On violence
Apr 10, 2009
Bishop Hill in Children, Education, Libertarianism

There's a brilliant post at renegade parent on the subject of violence and children in which Lisa takes libertarians to task for advocating traditional approaches to child-rearing (enforced schooling, traditional subjects, corporal punishment and so on) which are, on the face of it, not exactly in accordance with libertarian ideals of self-ownership and non-initiation of violence.

I'm sympathetic to many of Lisa's points. For example, she says that children should follow their own interests and we have certainly found that putting educational materials in the way of the kids has been an easy way to get them to learn things - they simply pick them up and absorb them when they are ready, with Spanish, Geography and History proving very popular. I agree that children are not inherently stupid, untrustworthy or lazy - they are highly intelligent on the whole. I think they just don't know very much. (See the difference?).

It's also worth pointing out, however,  that just because someone advocates schools run along certain lines, doesn't mean that they support schooling per se. The decision to school children is effectively made for us by government when they tax us to support school-based education. Those who can afford to HE regardless (or are willing to make the personal financial sacrifice to do so, or who can bring themselves to live off benefits while doing so) are a minority. So if we are effectively forced into having schools, the question then becomes "how do we best get them to work", to which the answer might well be "traditional subjects, rote learning" and so on. I've written before about how coercion breeds coercion and this is another example of the same thing.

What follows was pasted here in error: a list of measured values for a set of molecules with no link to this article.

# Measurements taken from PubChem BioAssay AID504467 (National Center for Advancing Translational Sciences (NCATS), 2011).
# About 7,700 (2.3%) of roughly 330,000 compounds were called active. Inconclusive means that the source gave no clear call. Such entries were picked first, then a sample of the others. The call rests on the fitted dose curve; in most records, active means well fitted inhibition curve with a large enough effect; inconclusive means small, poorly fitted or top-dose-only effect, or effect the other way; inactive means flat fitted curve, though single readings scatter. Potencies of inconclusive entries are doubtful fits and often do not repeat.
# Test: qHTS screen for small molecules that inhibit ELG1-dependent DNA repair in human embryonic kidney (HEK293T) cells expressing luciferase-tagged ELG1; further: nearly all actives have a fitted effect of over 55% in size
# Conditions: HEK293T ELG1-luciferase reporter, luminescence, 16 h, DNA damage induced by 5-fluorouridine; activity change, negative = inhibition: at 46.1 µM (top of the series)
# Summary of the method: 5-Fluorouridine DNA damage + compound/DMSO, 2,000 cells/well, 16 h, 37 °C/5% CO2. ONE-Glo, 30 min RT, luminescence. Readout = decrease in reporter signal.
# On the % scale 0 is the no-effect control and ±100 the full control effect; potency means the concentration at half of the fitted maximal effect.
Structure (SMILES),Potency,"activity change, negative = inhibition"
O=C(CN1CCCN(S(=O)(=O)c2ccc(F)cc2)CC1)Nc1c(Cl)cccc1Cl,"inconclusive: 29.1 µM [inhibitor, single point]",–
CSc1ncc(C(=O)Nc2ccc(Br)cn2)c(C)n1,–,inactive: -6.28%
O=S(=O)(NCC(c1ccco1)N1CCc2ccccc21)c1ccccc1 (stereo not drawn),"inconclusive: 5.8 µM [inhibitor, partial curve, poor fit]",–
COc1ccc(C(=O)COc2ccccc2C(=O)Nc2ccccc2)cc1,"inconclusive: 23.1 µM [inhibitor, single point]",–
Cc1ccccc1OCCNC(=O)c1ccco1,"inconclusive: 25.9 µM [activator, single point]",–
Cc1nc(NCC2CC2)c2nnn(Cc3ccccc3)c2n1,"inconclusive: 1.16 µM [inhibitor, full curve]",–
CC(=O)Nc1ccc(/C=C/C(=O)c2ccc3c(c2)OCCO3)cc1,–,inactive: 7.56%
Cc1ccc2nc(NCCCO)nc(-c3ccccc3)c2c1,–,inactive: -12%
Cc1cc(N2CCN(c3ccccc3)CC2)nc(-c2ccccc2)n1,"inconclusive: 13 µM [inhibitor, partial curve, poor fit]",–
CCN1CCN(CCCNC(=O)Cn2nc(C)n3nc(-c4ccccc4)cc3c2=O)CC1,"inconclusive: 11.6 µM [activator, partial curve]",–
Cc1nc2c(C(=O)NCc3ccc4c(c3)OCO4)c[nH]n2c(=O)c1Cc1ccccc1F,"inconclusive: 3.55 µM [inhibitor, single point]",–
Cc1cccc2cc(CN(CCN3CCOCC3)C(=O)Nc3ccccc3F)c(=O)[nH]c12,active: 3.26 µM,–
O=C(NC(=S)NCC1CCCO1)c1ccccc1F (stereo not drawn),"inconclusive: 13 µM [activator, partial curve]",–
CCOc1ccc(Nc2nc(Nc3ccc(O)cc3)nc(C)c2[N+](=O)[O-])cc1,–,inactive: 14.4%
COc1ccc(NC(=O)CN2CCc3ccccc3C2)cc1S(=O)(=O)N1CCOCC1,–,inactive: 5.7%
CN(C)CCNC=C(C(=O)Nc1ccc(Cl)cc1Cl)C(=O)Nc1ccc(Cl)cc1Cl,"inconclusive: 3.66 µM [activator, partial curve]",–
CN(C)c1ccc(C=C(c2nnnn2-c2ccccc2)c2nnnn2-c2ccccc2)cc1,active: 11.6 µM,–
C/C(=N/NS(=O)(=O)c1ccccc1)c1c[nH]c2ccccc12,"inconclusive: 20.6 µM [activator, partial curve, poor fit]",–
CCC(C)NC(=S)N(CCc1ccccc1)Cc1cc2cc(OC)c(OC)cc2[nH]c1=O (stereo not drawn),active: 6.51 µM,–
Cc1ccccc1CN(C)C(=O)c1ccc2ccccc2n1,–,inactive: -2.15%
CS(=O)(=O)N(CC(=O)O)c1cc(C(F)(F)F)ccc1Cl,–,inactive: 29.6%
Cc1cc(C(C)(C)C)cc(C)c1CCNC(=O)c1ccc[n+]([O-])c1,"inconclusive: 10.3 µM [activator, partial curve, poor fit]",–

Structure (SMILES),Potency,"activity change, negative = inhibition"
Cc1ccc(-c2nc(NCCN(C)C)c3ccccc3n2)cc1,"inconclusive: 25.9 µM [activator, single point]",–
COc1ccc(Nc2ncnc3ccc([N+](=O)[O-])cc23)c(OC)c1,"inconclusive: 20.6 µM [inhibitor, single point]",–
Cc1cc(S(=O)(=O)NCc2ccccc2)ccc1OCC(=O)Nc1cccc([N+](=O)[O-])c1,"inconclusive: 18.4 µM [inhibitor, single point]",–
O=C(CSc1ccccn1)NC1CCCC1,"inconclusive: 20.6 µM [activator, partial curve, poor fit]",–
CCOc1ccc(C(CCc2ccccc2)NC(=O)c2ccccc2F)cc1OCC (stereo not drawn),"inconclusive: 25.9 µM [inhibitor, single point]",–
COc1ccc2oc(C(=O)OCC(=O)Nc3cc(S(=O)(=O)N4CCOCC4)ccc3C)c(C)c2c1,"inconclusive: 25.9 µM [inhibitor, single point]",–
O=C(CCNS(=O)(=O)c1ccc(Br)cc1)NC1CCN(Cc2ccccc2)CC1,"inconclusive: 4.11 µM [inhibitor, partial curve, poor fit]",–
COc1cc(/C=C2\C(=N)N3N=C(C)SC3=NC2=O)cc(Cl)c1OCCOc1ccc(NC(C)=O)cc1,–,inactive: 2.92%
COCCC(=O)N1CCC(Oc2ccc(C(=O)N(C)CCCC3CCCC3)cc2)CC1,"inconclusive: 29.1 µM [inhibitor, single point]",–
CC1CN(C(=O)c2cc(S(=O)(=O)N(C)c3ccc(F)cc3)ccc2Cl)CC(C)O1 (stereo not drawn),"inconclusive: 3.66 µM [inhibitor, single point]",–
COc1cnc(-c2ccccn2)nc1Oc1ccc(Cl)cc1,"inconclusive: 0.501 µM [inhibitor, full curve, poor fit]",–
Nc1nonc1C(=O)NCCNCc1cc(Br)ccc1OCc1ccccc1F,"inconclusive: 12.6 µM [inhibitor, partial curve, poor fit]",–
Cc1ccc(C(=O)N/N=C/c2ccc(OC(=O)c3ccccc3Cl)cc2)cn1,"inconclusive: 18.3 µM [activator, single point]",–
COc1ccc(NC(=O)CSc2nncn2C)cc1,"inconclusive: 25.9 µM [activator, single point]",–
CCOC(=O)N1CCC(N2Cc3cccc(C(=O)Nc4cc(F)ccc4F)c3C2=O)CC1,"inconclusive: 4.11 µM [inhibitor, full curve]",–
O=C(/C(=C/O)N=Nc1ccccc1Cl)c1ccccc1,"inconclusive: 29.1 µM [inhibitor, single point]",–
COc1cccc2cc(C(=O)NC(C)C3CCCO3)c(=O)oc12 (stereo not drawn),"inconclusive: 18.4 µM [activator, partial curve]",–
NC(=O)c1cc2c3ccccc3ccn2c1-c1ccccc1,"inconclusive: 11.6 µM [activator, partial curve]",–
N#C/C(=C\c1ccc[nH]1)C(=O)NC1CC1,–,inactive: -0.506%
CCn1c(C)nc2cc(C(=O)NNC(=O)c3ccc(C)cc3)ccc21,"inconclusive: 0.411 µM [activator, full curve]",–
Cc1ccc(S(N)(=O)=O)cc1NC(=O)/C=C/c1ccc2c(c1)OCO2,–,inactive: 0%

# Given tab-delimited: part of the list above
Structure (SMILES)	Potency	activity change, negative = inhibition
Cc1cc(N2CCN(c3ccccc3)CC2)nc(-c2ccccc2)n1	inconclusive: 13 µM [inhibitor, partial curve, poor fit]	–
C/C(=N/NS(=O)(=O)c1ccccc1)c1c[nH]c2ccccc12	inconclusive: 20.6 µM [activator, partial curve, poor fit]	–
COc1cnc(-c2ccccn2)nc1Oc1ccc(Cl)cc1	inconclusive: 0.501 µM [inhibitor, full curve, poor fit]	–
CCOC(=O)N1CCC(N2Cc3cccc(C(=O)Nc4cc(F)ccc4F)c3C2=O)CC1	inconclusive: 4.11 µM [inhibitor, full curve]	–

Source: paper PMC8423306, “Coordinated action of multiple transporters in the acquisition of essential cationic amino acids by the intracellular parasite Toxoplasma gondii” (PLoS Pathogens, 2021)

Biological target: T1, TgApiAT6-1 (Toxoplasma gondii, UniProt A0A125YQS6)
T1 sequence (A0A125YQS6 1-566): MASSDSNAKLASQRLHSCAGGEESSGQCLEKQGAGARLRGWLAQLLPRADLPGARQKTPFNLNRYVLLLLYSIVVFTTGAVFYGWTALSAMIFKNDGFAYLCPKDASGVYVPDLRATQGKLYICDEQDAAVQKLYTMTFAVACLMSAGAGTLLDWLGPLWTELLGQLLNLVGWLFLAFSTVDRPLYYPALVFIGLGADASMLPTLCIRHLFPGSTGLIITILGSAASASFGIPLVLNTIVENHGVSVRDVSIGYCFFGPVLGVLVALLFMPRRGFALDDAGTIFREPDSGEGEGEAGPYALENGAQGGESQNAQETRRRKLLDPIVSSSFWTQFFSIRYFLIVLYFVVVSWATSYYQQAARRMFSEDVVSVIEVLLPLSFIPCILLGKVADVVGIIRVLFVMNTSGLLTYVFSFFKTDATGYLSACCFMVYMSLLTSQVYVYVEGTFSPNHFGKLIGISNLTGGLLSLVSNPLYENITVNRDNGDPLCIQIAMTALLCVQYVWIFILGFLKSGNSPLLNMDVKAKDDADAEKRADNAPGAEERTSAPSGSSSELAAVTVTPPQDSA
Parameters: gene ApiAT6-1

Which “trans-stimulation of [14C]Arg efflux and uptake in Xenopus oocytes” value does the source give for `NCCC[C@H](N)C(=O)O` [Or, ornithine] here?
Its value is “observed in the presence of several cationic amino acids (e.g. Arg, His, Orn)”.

But Lisa's objection to corporal punishment is a mistake. There is nothing in libertarianism that says that harsh punishments are not permitted. Libertarians are against initiation of violence, but are quite comfortable with "giving as good as one gets", and then some.  Corporal punishment in fact is probably the most liberal approach to retributive justice there is. So when it comes to child rearing, I would have thought that "physical chastisement" is quite appropriate in certain circumstances. For example, when little Jonny bashes little Jane, and particularly if the social niceties of bashing have already been explained to little him, it would convey an important lesson about the real world. After all if we accept that children are intelligent human beings (which we do) then surely we have to accept that they have to take responsibility for their actions?

That said, use of corporal punishment for non-violent transgressions such as "answering back" is probably wrong. Once though, I applied my hand to bottom of one of the offspring for running across a road without looking. Did I do wrong? There's a question here of legitimate authority and its transgression that I need to get my head around. In the meantime, there's plenty to talk about.


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